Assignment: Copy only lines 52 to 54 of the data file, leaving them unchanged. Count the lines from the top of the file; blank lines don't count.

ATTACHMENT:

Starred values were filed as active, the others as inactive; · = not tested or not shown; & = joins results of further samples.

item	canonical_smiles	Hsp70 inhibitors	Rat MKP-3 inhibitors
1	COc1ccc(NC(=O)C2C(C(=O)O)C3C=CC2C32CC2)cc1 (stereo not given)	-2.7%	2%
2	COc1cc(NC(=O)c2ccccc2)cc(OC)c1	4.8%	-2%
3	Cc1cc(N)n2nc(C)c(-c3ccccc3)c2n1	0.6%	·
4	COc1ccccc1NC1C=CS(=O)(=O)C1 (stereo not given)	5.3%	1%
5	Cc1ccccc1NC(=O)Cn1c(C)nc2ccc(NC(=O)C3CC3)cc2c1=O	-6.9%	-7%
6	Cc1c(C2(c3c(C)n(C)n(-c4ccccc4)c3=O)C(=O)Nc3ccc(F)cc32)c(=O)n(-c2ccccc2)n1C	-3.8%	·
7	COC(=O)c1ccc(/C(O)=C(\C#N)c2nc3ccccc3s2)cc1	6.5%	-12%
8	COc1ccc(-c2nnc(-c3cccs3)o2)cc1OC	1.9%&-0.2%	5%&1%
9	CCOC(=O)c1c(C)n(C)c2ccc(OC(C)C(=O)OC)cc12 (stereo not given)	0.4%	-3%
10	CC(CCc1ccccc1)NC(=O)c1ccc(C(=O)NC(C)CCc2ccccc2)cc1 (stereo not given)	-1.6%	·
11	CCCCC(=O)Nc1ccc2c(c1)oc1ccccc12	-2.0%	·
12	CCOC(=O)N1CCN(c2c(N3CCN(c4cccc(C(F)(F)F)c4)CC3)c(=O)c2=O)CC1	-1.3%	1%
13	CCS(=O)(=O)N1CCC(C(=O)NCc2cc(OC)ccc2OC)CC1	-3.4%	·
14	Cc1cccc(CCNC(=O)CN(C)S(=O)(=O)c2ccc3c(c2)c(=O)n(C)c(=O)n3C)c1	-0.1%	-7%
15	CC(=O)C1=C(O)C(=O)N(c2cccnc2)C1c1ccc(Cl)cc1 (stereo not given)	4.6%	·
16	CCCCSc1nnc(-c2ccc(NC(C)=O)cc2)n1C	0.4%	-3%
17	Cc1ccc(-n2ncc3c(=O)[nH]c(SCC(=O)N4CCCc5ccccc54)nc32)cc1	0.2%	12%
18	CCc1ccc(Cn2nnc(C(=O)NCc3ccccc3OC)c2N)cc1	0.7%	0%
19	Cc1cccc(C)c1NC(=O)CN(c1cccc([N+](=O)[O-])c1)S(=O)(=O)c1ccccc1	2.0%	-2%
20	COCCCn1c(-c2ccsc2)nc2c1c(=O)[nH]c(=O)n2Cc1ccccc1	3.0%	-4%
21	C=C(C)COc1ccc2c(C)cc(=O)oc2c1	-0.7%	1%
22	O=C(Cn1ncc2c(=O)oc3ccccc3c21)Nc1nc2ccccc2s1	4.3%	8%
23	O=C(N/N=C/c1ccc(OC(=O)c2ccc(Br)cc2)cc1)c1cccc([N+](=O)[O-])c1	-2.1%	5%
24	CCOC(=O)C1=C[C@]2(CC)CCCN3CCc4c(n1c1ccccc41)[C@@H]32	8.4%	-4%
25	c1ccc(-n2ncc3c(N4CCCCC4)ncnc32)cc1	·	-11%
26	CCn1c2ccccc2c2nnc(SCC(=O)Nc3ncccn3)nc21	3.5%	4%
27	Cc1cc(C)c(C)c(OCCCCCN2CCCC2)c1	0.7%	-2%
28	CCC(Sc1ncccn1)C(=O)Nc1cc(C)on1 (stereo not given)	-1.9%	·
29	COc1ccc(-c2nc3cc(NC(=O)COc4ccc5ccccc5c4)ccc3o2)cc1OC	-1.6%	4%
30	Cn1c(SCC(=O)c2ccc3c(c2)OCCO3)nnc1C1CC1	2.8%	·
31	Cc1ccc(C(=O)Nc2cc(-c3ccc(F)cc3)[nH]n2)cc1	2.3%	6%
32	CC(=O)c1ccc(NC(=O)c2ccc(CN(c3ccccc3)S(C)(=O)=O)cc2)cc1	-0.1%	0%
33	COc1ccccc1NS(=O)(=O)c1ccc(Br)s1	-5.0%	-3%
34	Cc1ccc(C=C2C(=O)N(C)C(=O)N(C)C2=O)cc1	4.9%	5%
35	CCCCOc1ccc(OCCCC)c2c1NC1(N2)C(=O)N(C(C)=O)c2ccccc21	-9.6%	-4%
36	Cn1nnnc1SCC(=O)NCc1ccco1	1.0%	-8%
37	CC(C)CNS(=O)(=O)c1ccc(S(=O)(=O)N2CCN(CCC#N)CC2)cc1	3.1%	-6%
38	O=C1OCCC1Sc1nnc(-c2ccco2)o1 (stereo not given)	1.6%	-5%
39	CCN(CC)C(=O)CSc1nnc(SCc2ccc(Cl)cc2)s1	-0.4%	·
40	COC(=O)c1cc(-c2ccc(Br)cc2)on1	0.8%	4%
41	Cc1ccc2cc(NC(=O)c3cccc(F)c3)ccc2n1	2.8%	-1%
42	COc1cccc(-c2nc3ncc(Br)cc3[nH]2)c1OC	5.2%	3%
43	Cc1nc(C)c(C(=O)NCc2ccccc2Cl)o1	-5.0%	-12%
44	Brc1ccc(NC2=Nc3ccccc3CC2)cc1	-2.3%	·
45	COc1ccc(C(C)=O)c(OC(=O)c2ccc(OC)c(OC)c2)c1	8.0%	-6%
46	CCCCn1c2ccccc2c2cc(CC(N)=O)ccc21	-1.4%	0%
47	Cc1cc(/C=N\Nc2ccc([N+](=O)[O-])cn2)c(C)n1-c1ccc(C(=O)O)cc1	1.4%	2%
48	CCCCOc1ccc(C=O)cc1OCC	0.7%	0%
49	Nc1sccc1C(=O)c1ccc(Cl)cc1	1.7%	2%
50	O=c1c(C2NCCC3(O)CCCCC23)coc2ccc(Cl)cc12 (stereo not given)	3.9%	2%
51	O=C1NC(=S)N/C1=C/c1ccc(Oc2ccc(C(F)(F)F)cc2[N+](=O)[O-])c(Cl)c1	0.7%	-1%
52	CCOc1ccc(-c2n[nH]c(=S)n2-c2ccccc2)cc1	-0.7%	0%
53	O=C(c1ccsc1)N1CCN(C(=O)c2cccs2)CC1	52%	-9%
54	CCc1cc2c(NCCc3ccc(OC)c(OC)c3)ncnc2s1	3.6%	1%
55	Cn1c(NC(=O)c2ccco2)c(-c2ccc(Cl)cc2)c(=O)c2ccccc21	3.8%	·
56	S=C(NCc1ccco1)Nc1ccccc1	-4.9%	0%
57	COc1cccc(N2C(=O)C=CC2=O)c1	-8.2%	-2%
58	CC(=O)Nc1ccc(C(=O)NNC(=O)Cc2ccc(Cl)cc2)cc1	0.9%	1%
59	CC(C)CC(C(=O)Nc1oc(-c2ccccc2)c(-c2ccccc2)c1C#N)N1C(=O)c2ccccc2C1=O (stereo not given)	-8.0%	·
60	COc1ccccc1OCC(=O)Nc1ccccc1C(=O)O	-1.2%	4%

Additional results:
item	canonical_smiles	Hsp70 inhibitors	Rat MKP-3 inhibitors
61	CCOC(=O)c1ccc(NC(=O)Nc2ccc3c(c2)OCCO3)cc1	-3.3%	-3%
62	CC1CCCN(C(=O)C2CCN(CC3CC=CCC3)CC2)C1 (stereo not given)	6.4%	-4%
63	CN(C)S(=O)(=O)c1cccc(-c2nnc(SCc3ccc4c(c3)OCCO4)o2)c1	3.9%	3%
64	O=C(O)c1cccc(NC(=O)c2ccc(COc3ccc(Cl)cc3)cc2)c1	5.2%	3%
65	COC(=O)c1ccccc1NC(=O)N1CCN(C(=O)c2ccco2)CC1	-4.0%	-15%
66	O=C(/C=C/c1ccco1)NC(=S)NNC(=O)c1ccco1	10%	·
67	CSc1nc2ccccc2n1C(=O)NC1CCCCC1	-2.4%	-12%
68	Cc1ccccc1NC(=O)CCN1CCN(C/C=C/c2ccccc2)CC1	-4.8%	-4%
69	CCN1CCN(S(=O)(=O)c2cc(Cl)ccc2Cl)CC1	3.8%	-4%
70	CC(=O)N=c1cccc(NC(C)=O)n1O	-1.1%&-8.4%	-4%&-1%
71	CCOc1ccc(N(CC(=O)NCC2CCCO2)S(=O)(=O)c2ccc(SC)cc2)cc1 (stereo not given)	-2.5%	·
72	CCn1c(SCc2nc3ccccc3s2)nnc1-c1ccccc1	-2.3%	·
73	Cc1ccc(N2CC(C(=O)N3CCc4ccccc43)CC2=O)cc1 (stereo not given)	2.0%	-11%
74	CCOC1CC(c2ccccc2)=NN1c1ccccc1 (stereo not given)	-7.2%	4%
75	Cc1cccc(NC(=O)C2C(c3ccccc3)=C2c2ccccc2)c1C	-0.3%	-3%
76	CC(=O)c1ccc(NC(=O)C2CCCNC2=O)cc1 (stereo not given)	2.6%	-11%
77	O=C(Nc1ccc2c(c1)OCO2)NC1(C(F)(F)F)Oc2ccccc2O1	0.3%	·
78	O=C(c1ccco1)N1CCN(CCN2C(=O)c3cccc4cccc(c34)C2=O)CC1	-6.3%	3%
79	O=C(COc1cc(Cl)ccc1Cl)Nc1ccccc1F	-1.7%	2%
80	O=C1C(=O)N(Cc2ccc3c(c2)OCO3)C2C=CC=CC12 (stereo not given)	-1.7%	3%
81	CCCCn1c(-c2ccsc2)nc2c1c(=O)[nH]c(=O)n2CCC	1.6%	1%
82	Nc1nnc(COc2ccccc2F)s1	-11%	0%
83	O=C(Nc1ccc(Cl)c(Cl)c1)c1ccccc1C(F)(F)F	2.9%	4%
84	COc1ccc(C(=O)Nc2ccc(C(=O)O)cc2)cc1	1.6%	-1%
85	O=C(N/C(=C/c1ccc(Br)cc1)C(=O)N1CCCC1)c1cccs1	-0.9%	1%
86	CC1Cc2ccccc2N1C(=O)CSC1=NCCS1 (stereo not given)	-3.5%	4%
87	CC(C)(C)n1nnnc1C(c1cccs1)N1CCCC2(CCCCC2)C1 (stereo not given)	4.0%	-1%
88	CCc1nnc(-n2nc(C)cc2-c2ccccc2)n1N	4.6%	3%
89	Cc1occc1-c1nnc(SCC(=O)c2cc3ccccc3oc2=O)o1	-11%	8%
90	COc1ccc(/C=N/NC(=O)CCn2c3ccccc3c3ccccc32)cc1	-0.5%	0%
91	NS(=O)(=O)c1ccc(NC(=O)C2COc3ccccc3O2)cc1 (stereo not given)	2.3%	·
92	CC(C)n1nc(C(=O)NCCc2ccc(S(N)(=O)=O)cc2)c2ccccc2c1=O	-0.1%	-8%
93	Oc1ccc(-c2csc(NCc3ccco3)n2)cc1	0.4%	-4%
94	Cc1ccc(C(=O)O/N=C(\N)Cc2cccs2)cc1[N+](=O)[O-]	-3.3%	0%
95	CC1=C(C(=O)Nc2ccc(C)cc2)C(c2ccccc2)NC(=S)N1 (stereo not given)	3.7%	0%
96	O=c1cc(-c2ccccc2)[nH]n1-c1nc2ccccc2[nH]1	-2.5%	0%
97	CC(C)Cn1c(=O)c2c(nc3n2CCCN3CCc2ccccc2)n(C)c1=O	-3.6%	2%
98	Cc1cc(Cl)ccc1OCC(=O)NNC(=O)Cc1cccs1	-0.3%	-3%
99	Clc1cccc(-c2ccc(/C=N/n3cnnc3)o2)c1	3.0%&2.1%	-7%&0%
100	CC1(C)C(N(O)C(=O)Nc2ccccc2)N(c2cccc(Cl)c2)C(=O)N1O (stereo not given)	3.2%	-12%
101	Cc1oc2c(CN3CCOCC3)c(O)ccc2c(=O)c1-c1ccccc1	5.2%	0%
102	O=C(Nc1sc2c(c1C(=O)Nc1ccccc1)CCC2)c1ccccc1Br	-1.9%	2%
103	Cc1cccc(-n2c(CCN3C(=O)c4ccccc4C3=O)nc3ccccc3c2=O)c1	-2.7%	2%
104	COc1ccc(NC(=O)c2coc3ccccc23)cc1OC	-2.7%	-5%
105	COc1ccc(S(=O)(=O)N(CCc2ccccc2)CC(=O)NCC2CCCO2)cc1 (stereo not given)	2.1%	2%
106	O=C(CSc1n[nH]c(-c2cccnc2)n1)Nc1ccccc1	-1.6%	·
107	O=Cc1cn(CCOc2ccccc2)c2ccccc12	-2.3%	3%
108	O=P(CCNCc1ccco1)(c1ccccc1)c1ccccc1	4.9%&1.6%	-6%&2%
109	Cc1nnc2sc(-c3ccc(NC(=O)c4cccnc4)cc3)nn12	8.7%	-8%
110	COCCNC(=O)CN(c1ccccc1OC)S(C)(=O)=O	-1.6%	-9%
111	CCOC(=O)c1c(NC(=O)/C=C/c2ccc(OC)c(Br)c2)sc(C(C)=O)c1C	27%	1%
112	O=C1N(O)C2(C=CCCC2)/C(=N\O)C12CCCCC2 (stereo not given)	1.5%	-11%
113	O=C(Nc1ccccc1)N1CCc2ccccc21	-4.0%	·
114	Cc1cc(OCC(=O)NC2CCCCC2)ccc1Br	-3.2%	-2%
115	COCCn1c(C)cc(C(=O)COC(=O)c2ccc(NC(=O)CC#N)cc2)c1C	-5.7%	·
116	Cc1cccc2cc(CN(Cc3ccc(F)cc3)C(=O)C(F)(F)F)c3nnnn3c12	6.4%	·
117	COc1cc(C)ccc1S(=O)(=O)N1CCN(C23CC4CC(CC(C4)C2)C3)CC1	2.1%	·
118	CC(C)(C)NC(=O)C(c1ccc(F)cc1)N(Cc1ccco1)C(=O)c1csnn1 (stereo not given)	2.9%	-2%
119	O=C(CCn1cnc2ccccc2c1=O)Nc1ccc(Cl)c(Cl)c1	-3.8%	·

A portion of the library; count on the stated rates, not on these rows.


50	O=c1c(C2NCCC3(O)CCCCC23)coc2ccc(Cl)cc12 (stereo not given)	3.9%	2%
51	O=C1NC(=S)N/C1=C/c1ccc(Oc2ccc(C(F)(F)F)cc2[N+](=O)[O-])c(Cl)c1	0.7%	-1%
52	CCOc1ccc(-c2n[nH]c(=S)n2-c2ccccc2)cc1	-0.7%	0%